The paper is accessible online.

 

Wide-field optical coherence micro-elastography

rodney-kirk_2_sq_lowrez19 September 2016:

Wide-field optical coherence micro-elastography for intraoperative assessment of human breast cancer margins; Wes M. Allen, Lixin Chin, Philip Wijesinghe, Rodney W. Kirk, Bruce Latham, David D. Sampson, Christobel M. Saunders, and Brendan F. Kennedy
Biomedical Optics Express Vol. 7, Issue 10, DOI: 10.1364/BOE.7.004139.

https://www.osapublishing.org/boe/abstract.cfm?uri=boe-7-10-4139

CNBP at SA Cattle Producers Forum

Mark Hutchinson_1_low_sq16 September 2016:

Professor Mark Hutchinson, CNBP Director has spoken at the inaugural South Australian Cattle Producers Forum on Friday, 16 September 2016, at The Carlton Club in Hahndorf.

The forum was coordinated by Livestock SA, with support from the Cattle Council of Australia (CCA) and sponsorship from Meat & Livestock Australia (MLA).

Prof Hutchinson’s talk was titled ‘Measurement Technology and Potential Applications for Agriculture in the Next Five Years’. Discussed was CNBP science and the measurement of all things biological at the nanoscale. Of specific focus was the potential of CNBP tools and technology for applications involving livestock. This including developing methods to measure novel traits on animals and on carcasses, including for key eating quality traits such as intramuscular fat.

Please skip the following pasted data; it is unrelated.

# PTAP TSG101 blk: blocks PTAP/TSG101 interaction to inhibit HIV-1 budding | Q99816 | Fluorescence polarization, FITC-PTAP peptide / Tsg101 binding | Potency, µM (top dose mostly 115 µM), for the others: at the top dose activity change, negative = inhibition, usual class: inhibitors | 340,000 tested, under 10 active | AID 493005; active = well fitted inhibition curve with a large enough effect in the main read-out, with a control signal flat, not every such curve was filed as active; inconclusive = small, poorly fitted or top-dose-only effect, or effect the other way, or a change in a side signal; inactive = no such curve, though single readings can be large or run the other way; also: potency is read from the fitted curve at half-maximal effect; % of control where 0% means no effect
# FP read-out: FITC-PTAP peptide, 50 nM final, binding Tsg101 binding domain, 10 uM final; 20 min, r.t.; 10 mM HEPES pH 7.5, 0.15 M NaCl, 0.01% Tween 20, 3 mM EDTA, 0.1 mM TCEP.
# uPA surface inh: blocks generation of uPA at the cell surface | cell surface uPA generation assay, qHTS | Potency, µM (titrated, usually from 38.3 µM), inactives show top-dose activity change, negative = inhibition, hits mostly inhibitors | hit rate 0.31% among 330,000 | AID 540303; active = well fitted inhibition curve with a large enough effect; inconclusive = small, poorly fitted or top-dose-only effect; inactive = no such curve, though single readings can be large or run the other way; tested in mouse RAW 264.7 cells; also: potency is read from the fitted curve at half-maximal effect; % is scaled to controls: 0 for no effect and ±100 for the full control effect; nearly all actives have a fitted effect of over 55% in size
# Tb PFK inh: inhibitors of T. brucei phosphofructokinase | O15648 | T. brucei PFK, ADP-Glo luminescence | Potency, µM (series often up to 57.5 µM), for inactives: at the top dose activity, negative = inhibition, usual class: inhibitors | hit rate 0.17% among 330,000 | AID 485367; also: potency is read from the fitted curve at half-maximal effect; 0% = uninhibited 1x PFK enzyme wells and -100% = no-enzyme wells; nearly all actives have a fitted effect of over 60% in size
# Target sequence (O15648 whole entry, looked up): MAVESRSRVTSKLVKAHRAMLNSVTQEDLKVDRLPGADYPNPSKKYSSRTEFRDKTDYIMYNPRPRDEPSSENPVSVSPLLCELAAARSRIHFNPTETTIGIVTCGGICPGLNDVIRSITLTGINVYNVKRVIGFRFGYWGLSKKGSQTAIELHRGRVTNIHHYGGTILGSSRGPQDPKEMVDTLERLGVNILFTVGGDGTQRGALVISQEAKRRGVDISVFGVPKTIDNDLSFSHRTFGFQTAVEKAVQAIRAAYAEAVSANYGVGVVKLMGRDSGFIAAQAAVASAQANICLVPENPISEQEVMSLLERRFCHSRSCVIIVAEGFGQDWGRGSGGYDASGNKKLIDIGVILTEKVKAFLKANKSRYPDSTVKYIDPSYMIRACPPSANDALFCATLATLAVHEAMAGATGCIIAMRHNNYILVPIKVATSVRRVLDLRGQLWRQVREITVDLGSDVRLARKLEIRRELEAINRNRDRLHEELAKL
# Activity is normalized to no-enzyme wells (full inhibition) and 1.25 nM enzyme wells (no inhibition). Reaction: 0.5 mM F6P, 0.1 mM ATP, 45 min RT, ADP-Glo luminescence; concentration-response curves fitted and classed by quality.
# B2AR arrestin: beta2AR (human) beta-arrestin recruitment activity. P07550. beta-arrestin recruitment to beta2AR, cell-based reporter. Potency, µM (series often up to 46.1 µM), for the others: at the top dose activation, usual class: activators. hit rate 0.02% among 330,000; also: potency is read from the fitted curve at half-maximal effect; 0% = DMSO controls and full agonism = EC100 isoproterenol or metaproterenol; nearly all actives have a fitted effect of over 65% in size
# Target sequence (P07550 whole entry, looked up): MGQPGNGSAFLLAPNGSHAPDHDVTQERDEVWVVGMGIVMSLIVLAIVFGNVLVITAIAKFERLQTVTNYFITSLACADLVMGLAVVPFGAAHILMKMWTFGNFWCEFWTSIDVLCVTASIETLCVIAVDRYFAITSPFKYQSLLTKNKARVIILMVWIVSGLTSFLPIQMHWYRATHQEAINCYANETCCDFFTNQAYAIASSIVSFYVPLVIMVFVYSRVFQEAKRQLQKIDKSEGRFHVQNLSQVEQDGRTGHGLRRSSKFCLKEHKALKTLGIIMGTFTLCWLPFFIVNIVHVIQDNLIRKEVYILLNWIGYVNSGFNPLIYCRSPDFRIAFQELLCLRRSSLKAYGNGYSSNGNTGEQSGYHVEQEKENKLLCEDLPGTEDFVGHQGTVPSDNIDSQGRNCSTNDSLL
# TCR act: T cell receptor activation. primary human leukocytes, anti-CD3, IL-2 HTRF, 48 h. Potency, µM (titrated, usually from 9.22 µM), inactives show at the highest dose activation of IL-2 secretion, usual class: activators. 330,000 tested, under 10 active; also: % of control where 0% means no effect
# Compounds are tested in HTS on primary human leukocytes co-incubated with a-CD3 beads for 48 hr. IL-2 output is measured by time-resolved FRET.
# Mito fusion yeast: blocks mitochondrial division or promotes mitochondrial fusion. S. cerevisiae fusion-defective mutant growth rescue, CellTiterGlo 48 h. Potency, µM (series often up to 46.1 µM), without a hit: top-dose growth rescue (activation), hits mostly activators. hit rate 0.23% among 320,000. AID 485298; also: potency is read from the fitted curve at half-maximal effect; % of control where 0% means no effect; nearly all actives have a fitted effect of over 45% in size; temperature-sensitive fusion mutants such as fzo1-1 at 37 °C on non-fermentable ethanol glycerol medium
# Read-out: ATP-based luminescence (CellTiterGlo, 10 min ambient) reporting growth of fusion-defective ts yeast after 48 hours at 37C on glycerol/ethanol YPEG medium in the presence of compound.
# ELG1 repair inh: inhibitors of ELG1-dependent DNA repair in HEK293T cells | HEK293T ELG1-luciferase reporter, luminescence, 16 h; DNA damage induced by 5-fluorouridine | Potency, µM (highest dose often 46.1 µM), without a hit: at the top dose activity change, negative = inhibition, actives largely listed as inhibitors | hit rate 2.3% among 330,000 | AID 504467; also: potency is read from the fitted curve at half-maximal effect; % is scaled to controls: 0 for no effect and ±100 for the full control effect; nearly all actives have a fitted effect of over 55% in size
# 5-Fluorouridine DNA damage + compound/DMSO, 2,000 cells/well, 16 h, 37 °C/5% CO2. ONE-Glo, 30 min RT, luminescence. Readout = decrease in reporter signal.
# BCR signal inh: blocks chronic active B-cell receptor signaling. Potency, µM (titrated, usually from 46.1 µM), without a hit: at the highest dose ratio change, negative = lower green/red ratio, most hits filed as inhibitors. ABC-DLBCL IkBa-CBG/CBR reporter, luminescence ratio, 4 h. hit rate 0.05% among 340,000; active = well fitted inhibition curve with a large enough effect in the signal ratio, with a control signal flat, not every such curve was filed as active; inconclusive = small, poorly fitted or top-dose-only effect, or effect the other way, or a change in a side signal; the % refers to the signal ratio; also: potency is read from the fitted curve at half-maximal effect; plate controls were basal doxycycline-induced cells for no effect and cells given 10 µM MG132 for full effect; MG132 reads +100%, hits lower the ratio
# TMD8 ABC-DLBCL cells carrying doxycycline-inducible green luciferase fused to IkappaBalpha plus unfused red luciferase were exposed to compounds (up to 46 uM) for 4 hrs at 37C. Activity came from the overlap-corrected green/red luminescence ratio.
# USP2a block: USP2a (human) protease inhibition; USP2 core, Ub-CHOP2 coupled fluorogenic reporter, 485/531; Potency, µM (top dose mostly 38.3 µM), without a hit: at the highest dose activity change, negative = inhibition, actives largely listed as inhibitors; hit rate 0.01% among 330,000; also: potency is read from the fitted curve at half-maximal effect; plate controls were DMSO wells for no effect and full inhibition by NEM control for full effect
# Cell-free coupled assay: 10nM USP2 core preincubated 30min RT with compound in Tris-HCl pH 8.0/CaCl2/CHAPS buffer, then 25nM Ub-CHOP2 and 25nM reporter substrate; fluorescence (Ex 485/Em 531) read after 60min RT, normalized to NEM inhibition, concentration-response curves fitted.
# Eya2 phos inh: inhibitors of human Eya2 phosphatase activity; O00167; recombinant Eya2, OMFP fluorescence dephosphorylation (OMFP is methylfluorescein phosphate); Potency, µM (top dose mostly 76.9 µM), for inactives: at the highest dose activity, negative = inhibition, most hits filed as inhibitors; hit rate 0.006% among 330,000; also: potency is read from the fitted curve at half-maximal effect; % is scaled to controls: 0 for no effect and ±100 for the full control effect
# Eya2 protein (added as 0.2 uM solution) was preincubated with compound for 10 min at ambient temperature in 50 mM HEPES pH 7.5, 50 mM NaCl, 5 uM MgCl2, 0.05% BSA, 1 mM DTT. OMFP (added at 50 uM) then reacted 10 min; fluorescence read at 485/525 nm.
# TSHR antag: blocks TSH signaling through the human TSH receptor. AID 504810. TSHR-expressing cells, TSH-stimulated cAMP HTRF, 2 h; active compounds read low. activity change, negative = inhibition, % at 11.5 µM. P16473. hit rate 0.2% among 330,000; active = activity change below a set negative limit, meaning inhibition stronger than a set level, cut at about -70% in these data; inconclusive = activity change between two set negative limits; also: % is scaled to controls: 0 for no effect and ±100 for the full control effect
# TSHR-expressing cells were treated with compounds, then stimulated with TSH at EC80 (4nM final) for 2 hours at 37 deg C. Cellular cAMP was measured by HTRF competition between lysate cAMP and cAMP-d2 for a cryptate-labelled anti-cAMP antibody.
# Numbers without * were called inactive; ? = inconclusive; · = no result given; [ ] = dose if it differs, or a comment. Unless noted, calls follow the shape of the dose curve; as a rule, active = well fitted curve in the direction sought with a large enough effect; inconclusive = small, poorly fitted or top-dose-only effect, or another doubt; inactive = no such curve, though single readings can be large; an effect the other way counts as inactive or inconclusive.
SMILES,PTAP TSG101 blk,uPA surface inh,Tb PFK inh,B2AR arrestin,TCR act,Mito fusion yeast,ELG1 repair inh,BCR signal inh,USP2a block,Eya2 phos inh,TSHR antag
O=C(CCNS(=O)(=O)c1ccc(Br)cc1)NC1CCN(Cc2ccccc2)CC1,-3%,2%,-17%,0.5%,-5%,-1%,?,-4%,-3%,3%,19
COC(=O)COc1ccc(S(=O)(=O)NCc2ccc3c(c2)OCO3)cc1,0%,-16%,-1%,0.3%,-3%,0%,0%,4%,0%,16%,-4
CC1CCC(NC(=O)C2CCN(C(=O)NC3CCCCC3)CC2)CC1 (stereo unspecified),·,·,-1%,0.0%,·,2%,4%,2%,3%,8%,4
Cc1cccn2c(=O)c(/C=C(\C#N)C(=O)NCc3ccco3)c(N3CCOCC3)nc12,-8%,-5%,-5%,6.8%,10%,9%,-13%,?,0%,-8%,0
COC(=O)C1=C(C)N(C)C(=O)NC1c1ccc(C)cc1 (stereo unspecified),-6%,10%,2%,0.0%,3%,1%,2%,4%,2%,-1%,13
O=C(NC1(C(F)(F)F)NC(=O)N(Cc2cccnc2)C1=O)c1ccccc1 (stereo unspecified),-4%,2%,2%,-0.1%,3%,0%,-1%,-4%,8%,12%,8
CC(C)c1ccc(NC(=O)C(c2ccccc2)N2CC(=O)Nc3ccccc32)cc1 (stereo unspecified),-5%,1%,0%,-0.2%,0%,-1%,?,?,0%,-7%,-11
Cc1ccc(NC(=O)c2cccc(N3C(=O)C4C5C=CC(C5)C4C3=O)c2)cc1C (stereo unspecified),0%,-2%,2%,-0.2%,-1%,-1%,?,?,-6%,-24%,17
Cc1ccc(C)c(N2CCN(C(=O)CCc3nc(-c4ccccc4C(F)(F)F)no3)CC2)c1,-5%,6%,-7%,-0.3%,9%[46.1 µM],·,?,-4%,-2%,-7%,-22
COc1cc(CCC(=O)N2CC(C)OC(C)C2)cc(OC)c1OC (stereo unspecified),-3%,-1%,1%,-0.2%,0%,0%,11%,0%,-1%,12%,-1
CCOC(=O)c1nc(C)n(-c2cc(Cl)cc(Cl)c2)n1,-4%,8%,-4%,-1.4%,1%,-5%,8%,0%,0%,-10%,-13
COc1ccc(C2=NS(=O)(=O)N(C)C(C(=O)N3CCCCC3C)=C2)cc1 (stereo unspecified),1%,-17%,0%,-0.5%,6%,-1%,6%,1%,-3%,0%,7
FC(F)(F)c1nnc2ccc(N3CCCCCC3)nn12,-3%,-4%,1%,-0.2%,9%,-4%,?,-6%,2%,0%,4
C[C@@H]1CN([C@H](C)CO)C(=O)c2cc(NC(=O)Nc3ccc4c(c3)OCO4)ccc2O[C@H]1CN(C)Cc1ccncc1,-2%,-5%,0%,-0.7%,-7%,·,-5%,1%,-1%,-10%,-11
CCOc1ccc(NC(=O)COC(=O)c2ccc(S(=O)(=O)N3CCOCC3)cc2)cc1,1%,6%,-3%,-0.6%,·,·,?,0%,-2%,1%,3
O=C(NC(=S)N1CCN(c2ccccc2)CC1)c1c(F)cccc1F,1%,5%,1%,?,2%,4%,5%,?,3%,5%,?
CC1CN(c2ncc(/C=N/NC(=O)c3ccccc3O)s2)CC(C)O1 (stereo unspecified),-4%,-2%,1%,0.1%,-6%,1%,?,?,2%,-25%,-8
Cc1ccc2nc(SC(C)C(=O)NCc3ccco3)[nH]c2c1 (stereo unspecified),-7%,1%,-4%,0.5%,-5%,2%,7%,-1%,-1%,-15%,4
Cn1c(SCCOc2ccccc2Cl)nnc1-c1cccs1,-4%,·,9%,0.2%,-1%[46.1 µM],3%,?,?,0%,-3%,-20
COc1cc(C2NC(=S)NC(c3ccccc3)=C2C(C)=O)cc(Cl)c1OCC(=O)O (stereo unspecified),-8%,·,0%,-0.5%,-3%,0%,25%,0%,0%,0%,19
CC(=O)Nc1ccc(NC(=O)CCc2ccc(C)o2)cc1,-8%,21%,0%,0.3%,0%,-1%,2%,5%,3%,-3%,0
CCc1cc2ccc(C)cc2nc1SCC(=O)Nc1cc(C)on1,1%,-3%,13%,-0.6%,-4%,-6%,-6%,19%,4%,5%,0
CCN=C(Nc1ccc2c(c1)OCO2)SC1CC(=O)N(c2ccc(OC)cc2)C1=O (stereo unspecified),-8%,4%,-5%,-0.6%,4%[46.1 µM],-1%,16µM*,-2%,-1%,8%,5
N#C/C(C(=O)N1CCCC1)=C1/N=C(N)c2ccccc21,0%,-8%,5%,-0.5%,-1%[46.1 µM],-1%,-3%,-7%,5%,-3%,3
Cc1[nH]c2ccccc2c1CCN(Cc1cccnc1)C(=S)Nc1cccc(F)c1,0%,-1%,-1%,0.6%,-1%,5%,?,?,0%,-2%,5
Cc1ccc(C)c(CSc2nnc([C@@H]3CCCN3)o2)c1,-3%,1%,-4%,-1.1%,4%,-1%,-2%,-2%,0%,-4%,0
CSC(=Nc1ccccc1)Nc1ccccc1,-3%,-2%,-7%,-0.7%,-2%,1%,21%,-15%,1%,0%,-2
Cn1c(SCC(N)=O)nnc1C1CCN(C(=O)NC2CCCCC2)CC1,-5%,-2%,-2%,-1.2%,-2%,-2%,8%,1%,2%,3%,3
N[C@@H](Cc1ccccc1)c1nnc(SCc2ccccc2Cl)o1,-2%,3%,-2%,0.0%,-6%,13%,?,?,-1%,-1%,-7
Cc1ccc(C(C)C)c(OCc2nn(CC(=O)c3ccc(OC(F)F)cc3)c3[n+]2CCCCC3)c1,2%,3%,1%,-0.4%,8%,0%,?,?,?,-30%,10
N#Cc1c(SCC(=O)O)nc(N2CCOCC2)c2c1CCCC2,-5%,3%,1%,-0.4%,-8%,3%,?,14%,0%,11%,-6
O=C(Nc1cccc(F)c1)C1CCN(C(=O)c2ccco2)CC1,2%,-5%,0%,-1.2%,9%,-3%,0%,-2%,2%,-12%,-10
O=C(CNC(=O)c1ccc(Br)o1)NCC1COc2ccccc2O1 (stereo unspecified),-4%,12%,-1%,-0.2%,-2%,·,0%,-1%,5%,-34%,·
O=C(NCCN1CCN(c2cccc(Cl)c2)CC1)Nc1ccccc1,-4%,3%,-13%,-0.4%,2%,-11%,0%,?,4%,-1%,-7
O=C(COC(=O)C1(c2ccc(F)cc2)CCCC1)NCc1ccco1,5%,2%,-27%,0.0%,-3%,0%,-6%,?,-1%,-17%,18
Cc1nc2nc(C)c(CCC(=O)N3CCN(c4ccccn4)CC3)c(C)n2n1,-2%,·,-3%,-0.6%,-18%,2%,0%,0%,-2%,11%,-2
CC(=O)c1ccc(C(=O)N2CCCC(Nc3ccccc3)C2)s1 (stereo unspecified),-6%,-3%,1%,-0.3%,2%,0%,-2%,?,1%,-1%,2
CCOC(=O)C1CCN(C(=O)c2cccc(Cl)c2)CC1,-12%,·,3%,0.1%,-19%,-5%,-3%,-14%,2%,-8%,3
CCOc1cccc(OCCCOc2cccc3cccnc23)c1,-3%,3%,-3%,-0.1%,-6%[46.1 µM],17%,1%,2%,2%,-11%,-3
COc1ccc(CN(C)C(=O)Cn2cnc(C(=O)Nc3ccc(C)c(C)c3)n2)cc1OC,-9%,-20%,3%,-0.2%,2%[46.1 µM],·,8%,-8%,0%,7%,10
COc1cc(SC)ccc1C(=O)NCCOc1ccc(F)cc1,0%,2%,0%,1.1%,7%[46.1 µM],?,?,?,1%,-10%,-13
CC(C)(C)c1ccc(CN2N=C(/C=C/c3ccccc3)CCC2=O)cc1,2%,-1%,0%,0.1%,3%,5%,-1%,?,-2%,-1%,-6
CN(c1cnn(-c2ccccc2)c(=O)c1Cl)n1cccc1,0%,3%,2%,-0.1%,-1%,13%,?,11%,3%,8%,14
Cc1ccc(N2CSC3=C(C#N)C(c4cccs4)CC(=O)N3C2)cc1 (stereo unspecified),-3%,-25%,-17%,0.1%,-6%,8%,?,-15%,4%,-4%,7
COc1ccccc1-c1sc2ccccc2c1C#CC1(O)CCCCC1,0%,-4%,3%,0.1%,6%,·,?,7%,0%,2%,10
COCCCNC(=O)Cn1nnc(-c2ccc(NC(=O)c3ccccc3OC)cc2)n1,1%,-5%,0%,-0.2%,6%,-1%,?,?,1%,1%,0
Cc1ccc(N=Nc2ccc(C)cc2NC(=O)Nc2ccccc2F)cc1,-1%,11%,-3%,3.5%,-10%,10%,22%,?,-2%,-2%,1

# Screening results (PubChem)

Peptidomimetic boronates as proteasome inhibitors

Michelle-Zhang_1_sq13 September 2016:

CNBP researchers Xiaozhou (Michelle) Zhang & Prof Andrew Abell explore peptidomimetic boronates as proteasome inhibitors in the latest issue of ACS Medicinal Chemistry Letters.

Journal: ACS Medicinal Chemistry Letters.

Title: New Peptidomimetic Boronates for Selective Inhibition of the Chymotrypsin-Like Activity of the 26S Proteasome.

Authors: Xiaozhou Zhang, Alaknanda Adwal, Andrew G Turner, David F Callen and Andrew D Abell.

Abstract: Proteasome is a large proteinase complex that degrades proteins via its three catalytic activities. Among these activities, the ‘chymotrypsin-like’ activity has emerged as the focus of drug discovery in cancer therapy. Here, we report new peptidomimetic boronates that are highly specific for the chymotrypsin-like catalytic activity of the proteasome. These new specific proteasome inhibitors demonstrated higher in vitro potency and selective cytotoxicity for cancer cells compared to benchmark proteasome inhibitors, bortezomib and carfilzomib. In breast cancer cell lines, treatment with 1a or
2a induced accumulation of the high molecular weight polyubiqutinated proteins at similar levels observed for borte-zomib and carfilzomib, indicating that cancer cell death caused by 1a/2a is chiefly due to proteasome inhibition.

The paper can be accessed online.

 

Researchers light-up festival

OLYMPUS DIGITAL CAMERA10 September 2016: